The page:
You need to provide the minimum arguments and evidence to move people to take some action. You don’t need to convert them to your cause for life. Don’t push for too much.

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3. Listen

Honest differences are often a healthy sign of progress.

– Gandhi

I believe that nobody ever does anything really stupid – everyone has their own reasons. Each of us sees the world in a way that makes our current action valid. What are others seeing that you are not seeing? What are they not seeing that you do see? Communicate your differences.

4. Seek to Understand

It is unwise to be too sure of one’s own wisdom. It is healthy to be reminded that the strongest might weaken and the wisest might err.

– Gandhi

Ask lots of questions.  Seek to understand the world view of the others. Seek to reflect back to them what they are seeing, how they are feeling, who they trust.

5. Stay Calm

Nobody can hurt me without my permission.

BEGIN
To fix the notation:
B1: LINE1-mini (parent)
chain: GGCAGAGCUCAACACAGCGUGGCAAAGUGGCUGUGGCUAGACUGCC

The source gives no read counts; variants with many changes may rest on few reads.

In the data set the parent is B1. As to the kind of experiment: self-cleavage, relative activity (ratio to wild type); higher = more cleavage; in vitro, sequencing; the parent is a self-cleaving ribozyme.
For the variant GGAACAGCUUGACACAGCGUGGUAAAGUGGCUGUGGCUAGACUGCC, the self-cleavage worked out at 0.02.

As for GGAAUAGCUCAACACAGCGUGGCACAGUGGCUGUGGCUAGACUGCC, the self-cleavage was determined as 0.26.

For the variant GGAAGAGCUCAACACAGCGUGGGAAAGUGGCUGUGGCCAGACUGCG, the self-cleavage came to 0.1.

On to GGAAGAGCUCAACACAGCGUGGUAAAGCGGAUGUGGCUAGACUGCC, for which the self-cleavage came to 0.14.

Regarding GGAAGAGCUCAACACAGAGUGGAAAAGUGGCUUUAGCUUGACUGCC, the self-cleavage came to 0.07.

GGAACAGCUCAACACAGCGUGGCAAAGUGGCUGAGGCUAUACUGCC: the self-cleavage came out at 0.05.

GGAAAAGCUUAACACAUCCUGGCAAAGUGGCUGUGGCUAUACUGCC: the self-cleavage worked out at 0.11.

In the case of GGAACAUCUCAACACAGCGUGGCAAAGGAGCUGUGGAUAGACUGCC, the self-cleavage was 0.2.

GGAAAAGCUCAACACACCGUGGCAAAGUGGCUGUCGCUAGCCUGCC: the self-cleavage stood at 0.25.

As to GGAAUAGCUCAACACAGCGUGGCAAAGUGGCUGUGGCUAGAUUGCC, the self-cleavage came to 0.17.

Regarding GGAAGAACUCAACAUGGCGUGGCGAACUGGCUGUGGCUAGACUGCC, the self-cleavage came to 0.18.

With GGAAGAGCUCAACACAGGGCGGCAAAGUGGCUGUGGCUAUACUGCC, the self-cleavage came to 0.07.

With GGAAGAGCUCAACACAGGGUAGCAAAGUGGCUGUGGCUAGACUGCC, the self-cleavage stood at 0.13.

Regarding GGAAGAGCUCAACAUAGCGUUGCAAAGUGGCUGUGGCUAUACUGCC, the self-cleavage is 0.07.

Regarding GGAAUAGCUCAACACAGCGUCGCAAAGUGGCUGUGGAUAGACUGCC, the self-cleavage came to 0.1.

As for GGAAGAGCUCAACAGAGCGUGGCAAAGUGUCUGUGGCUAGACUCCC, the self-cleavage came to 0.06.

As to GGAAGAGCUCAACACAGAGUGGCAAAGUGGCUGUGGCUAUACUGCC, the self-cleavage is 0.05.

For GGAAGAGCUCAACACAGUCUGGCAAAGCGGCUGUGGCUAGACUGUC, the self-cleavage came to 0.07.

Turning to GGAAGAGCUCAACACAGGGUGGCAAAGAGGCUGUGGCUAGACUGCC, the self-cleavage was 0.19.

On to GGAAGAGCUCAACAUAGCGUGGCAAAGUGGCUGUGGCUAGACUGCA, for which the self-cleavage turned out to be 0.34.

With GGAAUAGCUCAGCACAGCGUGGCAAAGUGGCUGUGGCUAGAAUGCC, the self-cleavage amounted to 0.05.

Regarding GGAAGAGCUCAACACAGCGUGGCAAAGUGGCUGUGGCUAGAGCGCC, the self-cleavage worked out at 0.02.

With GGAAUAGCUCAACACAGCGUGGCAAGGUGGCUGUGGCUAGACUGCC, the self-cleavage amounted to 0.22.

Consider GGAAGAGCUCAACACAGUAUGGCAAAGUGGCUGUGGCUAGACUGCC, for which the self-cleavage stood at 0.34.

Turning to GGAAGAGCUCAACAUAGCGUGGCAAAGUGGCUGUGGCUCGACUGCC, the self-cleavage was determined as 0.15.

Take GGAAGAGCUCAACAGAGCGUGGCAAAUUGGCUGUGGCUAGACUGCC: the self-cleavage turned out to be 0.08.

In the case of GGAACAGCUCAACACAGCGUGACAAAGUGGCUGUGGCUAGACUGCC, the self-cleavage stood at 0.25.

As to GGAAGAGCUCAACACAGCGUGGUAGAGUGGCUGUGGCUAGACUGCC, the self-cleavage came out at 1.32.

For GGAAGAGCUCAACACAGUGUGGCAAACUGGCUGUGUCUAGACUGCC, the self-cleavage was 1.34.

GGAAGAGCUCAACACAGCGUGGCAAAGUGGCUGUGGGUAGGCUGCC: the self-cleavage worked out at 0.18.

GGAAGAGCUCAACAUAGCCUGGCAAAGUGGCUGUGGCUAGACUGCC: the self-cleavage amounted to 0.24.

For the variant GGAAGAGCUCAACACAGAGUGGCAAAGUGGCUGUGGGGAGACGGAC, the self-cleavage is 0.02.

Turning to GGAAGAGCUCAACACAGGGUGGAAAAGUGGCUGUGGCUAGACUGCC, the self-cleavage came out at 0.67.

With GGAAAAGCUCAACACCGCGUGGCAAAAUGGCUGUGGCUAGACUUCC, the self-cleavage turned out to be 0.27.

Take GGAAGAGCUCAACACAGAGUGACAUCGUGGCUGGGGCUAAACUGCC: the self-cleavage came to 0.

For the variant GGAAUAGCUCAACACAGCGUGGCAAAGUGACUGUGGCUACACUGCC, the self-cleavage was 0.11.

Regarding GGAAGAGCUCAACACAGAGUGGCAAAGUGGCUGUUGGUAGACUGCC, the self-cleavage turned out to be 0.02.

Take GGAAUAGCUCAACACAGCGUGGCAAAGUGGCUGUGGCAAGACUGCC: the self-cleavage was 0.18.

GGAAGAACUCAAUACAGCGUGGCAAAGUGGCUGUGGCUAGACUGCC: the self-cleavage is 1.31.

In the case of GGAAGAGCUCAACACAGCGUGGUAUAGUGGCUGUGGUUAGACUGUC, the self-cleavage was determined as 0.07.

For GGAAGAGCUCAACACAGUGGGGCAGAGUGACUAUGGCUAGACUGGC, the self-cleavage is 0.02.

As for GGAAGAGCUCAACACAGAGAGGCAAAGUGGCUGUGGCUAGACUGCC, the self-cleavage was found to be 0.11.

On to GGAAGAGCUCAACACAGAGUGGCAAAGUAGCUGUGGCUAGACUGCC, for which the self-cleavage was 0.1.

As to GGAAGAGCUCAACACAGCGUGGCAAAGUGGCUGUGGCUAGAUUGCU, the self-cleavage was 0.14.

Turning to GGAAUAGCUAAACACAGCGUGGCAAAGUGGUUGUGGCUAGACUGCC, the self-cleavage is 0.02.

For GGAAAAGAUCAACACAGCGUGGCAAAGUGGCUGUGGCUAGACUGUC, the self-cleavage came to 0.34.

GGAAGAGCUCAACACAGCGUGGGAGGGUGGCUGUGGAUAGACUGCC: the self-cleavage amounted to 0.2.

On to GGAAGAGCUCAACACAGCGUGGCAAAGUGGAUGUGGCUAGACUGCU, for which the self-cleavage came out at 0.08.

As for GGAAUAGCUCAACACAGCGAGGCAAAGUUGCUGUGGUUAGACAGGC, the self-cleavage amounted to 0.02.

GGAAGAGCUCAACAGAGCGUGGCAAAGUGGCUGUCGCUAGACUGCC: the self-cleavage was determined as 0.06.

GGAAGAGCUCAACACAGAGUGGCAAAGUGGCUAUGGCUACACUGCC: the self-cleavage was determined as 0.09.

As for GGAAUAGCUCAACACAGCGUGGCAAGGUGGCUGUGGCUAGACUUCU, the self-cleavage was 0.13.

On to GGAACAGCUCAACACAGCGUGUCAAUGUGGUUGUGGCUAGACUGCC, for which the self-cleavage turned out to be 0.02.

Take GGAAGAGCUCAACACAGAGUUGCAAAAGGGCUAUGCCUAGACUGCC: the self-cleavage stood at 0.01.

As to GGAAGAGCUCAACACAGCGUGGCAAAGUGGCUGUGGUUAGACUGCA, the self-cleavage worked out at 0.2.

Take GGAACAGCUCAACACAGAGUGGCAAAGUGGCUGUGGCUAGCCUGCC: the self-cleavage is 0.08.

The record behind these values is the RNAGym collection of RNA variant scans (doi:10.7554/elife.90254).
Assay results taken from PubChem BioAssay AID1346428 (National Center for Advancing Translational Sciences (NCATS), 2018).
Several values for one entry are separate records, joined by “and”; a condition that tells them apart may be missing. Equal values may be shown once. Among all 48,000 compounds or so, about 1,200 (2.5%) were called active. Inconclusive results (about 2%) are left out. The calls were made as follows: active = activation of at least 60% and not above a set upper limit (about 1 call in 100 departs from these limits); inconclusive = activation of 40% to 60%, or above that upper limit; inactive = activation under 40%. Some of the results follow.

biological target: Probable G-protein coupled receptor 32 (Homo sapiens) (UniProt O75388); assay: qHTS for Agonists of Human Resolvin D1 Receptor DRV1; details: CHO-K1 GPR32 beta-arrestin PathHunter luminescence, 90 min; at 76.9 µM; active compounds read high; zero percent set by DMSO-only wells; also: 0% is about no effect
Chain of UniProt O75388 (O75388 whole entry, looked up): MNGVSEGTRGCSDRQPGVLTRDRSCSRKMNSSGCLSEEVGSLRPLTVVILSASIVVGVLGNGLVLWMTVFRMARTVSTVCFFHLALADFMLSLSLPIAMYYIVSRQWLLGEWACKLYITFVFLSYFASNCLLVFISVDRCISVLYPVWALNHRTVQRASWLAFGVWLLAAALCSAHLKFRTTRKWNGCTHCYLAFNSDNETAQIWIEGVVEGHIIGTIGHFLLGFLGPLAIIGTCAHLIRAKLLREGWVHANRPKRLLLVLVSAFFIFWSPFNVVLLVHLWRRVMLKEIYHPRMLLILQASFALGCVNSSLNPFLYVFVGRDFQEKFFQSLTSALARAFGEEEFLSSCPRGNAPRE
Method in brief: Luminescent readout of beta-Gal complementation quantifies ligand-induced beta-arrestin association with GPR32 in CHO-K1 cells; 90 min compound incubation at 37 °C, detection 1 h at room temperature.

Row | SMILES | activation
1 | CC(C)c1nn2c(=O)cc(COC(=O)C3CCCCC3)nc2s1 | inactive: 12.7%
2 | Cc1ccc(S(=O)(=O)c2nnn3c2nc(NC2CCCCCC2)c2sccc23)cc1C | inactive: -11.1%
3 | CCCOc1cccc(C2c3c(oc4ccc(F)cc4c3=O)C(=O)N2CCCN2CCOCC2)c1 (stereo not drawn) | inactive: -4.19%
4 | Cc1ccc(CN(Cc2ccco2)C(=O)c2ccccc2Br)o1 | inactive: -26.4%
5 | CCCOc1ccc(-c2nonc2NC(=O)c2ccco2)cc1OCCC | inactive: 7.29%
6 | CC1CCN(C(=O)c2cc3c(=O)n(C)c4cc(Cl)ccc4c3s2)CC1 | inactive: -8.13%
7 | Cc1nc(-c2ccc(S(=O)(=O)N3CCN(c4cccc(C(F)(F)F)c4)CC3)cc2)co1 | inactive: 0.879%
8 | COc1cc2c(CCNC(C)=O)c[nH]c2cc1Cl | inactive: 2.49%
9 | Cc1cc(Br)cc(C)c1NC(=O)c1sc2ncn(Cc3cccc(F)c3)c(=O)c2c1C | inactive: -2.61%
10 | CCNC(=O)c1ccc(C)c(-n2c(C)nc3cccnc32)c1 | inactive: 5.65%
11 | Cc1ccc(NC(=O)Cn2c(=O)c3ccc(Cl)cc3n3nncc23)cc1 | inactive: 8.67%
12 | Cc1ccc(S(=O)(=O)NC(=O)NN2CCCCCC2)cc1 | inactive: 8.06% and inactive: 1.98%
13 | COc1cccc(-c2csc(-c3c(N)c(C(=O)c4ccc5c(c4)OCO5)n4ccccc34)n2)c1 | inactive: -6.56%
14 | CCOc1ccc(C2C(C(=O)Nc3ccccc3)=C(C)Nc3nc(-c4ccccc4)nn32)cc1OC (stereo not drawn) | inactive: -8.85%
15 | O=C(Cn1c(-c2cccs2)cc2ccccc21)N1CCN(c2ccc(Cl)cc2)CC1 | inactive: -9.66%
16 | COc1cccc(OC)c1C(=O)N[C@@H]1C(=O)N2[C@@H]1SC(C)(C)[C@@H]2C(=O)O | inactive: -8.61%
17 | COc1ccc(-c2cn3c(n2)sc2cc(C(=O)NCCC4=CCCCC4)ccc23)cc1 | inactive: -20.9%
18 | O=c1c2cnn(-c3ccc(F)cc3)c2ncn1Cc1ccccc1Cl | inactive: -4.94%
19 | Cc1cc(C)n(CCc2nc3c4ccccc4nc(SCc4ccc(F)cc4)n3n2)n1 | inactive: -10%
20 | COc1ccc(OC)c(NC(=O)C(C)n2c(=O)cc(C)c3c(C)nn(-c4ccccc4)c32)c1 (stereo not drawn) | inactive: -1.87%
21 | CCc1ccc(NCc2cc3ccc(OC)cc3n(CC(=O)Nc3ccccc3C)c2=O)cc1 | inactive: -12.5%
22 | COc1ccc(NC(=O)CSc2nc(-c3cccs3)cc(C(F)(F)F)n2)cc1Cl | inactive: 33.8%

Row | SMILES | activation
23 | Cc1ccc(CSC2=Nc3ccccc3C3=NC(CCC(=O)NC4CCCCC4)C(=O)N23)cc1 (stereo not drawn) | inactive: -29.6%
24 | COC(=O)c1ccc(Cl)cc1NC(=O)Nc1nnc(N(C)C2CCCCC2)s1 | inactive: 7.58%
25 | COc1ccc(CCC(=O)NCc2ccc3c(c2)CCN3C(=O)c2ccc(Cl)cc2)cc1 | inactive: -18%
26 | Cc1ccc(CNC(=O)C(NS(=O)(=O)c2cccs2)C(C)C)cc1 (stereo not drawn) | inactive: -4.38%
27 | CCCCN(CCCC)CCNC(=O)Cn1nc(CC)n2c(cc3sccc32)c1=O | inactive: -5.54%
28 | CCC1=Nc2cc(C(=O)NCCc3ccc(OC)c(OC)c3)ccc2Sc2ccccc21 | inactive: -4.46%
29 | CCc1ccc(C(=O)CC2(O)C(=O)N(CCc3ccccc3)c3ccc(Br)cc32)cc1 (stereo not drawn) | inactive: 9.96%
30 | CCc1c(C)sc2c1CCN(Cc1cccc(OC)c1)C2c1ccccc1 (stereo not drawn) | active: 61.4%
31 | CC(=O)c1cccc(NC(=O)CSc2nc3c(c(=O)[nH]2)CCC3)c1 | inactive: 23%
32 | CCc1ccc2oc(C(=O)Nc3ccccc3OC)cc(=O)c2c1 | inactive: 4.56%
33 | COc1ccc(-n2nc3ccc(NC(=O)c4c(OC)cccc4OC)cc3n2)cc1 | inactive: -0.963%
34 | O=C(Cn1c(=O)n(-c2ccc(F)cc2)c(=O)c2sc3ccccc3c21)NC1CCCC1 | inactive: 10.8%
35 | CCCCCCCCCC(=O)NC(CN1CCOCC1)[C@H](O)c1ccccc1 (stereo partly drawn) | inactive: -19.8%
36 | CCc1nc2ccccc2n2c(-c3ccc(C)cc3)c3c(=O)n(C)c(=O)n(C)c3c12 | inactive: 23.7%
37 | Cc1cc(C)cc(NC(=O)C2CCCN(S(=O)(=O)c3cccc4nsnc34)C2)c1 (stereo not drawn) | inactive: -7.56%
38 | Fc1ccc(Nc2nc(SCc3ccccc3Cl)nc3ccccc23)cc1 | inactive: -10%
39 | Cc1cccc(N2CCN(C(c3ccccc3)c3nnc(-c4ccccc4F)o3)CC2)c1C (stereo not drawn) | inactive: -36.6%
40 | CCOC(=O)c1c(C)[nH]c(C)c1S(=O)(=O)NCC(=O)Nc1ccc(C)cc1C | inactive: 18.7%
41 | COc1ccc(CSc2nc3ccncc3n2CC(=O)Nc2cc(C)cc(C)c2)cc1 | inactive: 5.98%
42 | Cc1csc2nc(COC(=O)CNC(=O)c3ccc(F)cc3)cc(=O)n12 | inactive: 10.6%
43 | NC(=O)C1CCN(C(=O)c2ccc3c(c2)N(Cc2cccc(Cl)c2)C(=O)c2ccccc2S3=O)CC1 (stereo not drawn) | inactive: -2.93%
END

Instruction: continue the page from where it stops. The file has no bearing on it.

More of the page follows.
– Gandhi

The sure way to block change is allowing emotions to get out of hand. The moment that emotions become strong, blood flow reduces to the frontal cortex and people get locked into an animalistic fight or flight mode.  If you aim to change, you need to speak to the frontal cortex – make sense and stay calm.

6. Let Go Of Details

The weak can never forgive. Forgiveness is an attribute of the strong.

– Gandhi

Don’t get stuck in a fight over every single issue. Accept some issues as complex and move on to the ones where you can make it simple and clear. Sometimes a shift back to the agenda, or asking a big overall question to raise the level of the debate out of a small issue is the best course of action.

7. Celebrate Those That Already Agree

Who is already with you? Raise their status and let the world know that you are proud to have them on your side.